I discovered Emily Carr's paintings during a visit to the Vancouver Art Gallery several years ago. I was drawn to her work and amazed that I hadn't heard or seen it before, since I have worked as an art curator and art historian for many years. Having written about women artists, I was intrigued with her story and pleased to see that the Canadian government had a stamp honoring her. I bought a catalogue of her work and have been delighted to introduce her to others. I was interested when I learned that Susan Vreeland had written a fictionalized account of her life. I have to agree with several other reviewers that it is an uneven book and much of the dialogue is artifical and stilted. I stuck with it and was rewarded after the first 100 pages as the author began to describe Emily's experiences in France as she sought to express her feelings through painting. The book gains strength and I found it quite compelling in describing the struggle of a painter and the artist's deep connection with her subject matter. However the book is diminished because it needs more color reproductions of her work. The book made me seek out my catalog of Emily Carr paintings and I enjoyed looking at the images as I read. The author talks about the number of years she worked on the book and the uneven structure suggests that she didn't fully resolve the issues. Yet for all that, it ended strongly and I was swept into the passion of this lonely and sensitive artist and her deep feeling for the culture and landscape of the northwest.
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Format: Hardcover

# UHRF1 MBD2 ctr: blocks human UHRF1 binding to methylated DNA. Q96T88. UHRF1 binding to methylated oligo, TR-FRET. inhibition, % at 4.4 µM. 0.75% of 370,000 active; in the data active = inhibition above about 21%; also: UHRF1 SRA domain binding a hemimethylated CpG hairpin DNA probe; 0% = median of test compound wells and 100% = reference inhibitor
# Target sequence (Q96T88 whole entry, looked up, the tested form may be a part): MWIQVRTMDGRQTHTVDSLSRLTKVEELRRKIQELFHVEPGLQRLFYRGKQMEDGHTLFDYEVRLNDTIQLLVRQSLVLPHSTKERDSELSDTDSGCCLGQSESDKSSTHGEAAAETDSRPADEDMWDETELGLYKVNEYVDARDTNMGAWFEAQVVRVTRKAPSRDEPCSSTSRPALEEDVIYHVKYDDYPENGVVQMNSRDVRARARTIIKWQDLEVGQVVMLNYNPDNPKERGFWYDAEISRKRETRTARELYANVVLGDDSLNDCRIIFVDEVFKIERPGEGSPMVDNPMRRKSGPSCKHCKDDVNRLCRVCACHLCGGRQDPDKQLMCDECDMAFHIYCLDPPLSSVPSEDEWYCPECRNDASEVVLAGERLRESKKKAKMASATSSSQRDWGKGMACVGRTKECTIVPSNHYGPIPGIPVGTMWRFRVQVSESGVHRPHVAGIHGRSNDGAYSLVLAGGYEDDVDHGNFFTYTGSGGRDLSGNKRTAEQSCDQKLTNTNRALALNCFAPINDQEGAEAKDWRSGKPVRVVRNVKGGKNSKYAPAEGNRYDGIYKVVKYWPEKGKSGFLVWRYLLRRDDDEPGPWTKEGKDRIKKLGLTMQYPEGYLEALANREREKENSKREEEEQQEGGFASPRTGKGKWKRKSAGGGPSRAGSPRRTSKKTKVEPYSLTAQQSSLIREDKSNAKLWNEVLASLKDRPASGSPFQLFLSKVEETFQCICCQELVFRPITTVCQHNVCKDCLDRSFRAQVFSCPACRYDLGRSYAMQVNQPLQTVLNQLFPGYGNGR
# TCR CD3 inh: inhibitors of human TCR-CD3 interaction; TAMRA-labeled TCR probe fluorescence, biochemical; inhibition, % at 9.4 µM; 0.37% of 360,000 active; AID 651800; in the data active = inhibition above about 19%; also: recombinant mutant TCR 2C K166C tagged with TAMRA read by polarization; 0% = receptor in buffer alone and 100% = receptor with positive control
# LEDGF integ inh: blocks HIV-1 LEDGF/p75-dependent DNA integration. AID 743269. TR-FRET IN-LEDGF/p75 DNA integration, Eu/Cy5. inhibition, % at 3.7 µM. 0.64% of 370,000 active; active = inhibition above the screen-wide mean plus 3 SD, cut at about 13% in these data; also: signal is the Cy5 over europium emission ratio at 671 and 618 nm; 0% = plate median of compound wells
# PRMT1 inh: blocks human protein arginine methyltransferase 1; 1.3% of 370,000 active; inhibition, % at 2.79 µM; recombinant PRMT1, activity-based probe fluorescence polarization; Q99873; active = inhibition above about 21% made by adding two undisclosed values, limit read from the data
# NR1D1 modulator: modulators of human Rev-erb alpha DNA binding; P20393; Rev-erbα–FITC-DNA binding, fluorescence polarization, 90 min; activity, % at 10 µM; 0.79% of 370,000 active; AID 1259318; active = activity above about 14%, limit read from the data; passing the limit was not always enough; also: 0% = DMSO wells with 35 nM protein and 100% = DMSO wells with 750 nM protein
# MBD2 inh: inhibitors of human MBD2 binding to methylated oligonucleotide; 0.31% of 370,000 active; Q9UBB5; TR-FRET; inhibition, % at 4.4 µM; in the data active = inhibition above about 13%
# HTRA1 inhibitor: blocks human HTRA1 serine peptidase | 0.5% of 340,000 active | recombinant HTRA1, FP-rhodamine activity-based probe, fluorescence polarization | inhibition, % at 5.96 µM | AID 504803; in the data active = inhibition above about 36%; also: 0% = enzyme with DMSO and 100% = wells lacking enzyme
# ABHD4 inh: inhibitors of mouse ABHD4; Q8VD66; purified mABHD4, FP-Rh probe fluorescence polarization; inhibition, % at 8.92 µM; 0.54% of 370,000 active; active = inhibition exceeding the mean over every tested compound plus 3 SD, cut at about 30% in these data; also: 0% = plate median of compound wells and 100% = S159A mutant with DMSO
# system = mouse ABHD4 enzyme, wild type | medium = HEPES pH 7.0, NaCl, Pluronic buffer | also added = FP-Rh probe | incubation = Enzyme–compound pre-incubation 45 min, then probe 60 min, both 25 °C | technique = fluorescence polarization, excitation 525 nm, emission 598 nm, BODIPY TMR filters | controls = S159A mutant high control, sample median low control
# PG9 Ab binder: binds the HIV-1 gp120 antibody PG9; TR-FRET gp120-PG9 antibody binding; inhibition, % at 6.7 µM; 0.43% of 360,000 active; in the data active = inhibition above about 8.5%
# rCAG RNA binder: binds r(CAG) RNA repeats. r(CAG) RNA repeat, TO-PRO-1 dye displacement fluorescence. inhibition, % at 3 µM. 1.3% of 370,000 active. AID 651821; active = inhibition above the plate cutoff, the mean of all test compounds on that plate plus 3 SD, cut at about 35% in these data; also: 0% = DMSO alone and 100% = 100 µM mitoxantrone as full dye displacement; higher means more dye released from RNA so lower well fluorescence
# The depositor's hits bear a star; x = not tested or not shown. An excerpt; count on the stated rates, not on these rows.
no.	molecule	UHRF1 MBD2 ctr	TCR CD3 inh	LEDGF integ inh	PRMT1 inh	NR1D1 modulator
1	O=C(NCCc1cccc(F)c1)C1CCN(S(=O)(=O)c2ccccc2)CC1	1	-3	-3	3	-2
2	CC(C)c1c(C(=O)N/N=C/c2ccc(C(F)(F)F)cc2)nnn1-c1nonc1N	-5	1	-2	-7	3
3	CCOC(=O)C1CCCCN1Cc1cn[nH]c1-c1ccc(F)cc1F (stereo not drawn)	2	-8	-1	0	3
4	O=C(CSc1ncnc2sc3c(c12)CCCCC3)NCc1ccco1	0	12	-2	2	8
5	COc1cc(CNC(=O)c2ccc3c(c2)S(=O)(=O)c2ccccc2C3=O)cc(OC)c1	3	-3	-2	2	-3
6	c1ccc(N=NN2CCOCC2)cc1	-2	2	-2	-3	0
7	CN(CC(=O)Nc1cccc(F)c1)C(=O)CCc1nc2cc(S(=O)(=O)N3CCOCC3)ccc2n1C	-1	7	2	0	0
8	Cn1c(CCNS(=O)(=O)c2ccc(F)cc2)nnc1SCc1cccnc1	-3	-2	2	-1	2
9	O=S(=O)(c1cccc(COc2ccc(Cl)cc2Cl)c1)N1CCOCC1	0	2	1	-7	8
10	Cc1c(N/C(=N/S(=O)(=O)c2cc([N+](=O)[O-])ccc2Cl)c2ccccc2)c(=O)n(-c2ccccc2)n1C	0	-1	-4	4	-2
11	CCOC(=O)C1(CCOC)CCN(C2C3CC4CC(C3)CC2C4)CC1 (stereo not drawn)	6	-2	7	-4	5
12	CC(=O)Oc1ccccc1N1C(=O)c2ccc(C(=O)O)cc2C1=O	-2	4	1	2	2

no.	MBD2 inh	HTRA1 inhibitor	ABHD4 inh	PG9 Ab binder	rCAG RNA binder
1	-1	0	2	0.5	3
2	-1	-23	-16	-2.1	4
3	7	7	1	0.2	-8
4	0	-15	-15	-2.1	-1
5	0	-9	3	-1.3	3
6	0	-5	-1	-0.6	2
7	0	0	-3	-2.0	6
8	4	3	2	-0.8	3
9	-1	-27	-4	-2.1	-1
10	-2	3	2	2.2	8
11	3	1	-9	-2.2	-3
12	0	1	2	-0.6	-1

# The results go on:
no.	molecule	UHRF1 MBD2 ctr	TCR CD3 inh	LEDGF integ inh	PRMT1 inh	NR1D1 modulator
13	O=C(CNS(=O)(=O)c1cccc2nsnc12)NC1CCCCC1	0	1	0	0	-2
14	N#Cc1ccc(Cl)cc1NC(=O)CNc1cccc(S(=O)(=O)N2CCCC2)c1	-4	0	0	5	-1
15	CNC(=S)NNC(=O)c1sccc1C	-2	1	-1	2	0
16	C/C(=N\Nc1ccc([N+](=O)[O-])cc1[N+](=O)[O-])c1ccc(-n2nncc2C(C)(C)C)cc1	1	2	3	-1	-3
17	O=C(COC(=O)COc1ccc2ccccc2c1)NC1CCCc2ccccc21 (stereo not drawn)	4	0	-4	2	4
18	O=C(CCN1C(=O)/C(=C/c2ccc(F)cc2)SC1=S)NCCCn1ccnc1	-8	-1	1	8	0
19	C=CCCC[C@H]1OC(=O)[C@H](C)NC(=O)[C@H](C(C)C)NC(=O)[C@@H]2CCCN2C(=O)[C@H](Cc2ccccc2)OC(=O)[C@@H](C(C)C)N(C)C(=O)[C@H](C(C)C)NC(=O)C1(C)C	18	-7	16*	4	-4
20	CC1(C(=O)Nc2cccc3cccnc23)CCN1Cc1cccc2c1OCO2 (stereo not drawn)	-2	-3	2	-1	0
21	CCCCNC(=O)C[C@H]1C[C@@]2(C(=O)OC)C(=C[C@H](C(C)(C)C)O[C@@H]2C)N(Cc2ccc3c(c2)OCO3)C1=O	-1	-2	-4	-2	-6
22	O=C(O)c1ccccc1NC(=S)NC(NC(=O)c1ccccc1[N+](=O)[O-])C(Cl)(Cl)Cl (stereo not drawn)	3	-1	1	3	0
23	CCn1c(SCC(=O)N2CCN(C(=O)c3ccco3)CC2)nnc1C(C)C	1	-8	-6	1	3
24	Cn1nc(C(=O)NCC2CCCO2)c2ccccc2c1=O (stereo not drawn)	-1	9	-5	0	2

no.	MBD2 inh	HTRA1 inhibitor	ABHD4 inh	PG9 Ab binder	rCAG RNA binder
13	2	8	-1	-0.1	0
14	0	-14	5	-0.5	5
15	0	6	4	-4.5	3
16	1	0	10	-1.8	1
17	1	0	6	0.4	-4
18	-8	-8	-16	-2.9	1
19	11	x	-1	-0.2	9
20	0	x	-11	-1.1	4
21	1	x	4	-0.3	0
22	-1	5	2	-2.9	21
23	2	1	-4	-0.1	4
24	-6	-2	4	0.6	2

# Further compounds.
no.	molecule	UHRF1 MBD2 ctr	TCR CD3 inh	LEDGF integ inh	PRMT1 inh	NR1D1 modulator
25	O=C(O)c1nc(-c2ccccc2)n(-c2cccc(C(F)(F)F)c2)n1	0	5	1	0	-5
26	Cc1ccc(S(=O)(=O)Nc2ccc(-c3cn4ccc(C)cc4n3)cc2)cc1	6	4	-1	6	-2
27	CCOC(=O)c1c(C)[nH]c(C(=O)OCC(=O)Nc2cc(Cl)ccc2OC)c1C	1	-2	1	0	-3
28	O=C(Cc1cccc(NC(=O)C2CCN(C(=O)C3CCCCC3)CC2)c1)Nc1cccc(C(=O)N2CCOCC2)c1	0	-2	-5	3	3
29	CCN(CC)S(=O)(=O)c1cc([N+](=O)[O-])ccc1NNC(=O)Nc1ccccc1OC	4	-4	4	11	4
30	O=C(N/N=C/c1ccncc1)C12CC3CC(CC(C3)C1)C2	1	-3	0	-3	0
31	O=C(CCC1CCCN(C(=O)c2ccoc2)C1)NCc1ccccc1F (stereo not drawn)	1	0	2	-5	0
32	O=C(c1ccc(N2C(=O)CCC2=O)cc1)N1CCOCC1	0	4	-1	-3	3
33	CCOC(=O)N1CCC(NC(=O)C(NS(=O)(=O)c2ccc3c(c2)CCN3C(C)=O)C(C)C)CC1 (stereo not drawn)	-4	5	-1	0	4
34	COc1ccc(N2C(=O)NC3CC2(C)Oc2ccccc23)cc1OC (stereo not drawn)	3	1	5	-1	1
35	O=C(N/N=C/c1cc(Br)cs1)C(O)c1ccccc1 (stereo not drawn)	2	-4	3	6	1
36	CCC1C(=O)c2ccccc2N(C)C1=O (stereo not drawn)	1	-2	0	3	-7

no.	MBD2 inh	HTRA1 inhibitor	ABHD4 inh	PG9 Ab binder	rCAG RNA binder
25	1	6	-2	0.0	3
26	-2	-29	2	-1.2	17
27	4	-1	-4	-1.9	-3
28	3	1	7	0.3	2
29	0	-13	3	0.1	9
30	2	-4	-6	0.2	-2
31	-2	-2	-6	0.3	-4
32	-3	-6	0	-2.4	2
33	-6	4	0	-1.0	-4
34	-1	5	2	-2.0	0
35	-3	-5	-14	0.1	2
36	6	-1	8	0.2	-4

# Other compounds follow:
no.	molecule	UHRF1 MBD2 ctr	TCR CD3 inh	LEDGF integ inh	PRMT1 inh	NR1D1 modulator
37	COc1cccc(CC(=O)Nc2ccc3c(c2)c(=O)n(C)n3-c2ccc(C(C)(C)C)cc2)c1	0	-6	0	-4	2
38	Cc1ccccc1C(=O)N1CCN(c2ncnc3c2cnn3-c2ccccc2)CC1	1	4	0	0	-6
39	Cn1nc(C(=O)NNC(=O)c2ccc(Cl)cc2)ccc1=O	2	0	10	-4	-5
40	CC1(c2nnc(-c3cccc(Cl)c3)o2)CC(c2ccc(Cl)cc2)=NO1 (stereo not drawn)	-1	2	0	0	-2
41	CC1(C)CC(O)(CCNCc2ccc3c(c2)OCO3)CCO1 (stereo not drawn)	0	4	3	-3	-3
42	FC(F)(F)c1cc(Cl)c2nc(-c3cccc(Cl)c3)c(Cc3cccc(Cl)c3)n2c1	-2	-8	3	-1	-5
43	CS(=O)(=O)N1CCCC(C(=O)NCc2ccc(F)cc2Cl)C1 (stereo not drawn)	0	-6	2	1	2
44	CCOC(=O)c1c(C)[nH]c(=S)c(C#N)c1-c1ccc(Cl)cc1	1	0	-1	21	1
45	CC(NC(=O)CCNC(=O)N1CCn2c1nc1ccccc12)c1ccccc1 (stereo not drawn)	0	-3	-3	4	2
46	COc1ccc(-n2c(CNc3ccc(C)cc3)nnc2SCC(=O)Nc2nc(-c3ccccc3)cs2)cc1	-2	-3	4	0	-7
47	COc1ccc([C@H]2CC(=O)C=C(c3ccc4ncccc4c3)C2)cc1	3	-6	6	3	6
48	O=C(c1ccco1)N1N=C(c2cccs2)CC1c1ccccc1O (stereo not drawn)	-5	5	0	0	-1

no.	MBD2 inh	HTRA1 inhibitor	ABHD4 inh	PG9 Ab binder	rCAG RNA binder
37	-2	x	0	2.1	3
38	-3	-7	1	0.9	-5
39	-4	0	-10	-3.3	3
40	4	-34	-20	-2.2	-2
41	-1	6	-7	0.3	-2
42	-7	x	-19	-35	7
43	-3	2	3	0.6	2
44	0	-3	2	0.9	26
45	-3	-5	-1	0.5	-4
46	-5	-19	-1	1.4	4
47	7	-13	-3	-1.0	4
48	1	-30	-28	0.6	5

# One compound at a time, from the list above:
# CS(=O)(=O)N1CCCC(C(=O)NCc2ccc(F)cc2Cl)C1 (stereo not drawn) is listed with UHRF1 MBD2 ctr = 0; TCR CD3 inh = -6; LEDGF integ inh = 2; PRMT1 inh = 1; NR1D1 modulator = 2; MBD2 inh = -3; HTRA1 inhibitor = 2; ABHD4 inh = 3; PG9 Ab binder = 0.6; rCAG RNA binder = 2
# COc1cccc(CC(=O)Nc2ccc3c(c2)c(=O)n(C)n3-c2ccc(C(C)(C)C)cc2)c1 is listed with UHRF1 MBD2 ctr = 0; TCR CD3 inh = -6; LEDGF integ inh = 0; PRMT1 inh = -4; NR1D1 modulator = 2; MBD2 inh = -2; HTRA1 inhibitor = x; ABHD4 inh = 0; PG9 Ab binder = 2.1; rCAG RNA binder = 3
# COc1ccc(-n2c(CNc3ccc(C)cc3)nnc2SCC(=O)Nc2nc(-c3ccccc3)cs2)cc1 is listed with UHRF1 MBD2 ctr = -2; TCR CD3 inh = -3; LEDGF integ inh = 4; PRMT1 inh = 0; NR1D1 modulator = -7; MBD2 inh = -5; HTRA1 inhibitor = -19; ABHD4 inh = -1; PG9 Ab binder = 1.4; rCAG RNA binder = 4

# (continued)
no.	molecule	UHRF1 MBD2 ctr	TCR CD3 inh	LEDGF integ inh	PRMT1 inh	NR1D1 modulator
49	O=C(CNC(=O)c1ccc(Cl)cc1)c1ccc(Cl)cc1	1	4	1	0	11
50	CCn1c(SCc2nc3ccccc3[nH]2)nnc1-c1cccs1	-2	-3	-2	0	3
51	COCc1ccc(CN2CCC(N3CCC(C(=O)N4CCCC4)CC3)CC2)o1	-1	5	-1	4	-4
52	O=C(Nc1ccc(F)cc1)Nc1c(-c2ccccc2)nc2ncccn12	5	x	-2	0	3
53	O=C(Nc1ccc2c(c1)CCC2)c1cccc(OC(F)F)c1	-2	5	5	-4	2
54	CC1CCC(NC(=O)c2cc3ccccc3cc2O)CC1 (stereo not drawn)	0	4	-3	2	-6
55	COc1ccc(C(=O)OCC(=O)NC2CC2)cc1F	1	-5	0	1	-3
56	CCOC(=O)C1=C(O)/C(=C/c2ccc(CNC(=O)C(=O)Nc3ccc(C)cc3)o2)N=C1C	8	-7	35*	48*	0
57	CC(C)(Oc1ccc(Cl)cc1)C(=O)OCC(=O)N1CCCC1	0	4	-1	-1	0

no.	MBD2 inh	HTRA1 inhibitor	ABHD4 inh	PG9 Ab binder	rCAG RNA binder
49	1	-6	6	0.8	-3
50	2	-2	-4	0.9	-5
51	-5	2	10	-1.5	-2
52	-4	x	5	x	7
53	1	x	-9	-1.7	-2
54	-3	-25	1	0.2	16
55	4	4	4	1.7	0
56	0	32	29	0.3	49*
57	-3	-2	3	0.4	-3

As well-written and revealing as THE PASSION OF ARTEMISIA, the style of THE FOREST LOVER couldn't be more different from its best-selling predecessor. It's bolder, harder, it moves more abruptly, like the style of art and the artist it follows. Until I read this book, I'd never heard of Emily Carr, but I'd been to the forests of British Columbia and I live among the wild greenery of northern Oregon, so I read it for the forest in its title. Along the way, I did a bit of minor research into the fascinating explorer Vreeland depicts so well, and I discovered that her art is, as she struggles to comphrehend in the book, about soul -- yours and your subject's, mixed together on the canvas.

I haven't done enough research to know how many historical liberties Vreeland has taken in her story, but I really don't care. Read this book if you love art, soul, the northern forests, wilderness, people with gumption. Especially if it's all-of-the-above. I'm not a big art enthusiast, so I imagine someone who is will get even more pleasure from the experience.